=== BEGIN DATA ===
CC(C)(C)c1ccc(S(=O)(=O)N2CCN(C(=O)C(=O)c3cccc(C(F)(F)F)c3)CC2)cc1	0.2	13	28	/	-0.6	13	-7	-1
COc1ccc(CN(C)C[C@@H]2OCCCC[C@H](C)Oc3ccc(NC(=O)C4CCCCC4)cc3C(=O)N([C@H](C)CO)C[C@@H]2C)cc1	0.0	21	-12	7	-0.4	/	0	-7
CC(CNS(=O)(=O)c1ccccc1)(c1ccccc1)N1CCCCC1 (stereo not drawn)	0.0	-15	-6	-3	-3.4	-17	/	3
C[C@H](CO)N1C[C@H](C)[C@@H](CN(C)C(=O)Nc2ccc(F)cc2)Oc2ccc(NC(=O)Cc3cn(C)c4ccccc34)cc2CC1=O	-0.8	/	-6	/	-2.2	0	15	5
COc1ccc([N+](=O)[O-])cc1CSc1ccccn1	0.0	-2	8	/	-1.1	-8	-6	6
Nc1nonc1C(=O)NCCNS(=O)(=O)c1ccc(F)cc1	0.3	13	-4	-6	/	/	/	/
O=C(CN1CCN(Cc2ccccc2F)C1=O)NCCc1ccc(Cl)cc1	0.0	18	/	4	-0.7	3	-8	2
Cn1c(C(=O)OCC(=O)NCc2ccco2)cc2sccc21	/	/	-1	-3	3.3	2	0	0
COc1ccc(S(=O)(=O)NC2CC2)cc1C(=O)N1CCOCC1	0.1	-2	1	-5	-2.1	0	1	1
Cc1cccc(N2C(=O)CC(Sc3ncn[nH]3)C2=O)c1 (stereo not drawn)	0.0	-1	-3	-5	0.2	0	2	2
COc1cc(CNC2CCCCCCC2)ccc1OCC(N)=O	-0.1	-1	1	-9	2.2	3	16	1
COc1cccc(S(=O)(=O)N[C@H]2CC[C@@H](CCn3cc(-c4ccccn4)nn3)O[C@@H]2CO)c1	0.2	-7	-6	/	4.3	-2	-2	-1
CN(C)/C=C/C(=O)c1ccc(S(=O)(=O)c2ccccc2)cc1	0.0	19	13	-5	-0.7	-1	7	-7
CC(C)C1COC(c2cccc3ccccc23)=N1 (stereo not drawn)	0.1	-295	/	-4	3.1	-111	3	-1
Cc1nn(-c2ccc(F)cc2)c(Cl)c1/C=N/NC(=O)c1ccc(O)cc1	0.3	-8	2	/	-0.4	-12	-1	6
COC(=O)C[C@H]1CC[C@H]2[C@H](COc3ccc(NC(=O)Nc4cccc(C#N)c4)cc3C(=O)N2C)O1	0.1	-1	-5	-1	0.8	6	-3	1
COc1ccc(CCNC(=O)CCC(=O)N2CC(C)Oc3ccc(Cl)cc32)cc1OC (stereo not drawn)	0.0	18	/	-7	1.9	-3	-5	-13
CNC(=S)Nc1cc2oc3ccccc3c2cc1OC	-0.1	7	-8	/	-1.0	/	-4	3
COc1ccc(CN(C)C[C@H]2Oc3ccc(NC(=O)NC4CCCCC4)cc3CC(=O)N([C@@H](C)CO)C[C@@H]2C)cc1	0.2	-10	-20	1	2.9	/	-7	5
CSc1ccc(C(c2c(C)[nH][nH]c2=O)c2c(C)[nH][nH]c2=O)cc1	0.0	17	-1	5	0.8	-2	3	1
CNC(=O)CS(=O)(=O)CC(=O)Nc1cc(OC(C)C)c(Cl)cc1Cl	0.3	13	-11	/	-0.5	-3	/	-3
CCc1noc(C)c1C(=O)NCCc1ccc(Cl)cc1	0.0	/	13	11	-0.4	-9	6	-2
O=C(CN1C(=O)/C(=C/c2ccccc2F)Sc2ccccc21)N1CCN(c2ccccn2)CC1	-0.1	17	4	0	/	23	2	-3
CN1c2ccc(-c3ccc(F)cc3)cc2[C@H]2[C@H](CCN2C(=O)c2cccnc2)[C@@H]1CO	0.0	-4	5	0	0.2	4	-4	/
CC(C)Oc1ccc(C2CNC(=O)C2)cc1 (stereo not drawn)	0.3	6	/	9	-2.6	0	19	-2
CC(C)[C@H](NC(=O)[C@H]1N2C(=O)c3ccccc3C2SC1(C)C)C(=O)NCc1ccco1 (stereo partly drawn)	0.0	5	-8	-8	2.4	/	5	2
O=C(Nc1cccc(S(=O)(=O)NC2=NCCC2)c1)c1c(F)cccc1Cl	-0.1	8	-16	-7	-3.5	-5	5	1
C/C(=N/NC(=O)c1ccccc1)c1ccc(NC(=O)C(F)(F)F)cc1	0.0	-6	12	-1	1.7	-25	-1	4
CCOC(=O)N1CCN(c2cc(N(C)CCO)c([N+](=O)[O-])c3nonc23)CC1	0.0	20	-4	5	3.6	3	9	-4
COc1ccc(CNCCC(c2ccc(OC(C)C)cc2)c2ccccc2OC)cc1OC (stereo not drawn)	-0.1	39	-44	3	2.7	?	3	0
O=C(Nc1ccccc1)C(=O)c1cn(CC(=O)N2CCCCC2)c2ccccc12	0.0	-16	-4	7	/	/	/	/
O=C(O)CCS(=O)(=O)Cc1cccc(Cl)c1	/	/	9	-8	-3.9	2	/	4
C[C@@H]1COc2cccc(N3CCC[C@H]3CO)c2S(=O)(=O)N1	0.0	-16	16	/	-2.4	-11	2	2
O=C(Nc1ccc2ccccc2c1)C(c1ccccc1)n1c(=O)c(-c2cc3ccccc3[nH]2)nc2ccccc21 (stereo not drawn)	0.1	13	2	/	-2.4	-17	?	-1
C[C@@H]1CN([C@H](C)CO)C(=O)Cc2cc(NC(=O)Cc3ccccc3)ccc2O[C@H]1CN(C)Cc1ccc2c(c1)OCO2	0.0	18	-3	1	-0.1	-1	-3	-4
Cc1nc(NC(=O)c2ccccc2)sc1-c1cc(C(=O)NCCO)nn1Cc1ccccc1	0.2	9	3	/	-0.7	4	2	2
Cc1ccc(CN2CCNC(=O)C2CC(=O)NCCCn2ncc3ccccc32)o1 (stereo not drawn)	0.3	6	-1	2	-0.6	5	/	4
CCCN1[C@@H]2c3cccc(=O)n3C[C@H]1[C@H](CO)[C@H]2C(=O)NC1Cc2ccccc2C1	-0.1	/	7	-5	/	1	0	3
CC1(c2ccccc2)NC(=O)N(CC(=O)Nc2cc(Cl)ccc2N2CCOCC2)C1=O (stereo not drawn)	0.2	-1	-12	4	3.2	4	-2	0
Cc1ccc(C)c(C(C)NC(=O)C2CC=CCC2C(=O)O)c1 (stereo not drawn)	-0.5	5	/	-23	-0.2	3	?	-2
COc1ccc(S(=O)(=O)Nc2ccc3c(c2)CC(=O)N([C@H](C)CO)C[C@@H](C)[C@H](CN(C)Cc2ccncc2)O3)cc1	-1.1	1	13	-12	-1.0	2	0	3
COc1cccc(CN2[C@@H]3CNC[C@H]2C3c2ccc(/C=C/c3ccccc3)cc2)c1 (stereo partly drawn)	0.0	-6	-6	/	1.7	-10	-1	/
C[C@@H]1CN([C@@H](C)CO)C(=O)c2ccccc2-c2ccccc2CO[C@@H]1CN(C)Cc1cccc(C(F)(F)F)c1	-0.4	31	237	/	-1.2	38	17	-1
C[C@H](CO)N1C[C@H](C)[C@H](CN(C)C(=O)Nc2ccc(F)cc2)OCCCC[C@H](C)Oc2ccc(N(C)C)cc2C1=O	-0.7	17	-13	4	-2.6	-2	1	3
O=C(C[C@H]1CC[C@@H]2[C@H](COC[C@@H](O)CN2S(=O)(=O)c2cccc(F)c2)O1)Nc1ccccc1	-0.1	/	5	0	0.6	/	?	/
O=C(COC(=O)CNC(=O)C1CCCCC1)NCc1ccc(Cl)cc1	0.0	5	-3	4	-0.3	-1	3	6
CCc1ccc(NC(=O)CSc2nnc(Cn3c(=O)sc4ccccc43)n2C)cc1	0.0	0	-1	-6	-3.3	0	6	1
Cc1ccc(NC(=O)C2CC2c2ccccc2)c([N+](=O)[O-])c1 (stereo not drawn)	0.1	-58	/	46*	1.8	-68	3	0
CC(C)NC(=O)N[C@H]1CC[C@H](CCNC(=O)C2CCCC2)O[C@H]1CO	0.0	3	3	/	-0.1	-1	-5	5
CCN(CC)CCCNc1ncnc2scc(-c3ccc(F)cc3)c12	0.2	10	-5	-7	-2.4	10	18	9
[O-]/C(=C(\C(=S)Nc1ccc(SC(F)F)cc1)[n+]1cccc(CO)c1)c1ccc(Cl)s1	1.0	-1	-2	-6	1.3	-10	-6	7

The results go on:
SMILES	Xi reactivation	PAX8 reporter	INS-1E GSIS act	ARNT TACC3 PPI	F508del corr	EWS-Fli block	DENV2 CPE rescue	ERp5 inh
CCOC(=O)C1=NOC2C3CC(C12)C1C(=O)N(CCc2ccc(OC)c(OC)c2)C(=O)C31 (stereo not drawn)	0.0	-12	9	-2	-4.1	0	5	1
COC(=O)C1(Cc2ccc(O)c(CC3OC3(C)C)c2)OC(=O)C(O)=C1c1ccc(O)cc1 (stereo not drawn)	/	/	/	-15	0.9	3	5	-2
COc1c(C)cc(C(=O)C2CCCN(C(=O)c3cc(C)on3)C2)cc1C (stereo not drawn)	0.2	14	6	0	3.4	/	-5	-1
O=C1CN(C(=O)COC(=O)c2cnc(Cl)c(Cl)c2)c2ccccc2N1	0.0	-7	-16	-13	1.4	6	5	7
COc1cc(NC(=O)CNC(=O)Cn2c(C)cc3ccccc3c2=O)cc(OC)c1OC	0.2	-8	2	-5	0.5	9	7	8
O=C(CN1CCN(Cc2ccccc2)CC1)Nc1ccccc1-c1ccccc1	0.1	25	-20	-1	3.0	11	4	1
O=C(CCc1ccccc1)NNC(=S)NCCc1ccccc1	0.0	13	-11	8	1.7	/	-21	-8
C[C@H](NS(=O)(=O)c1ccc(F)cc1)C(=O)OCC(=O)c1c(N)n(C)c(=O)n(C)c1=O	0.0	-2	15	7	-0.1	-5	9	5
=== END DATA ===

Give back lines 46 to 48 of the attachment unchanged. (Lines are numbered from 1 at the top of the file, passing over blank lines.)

O=C(COC(=O)CNC(=O)C1CCCCC1)NCc1ccc(Cl)cc1	0.0	5	-3	4	-0.3	-1	3	6
CCc1ccc(NC(=O)CSc2nnc(Cn3c(=O)sc4ccccc43)n2C)cc1	0.0	0	-1	-6	-3.3	0	6	1
Cc1ccc(NC(=O)C2CC2c2ccccc2)c([N+](=O)[O-])c1 (stereo not drawn)	0.1	-58	/	46*	1.8	-68	3	0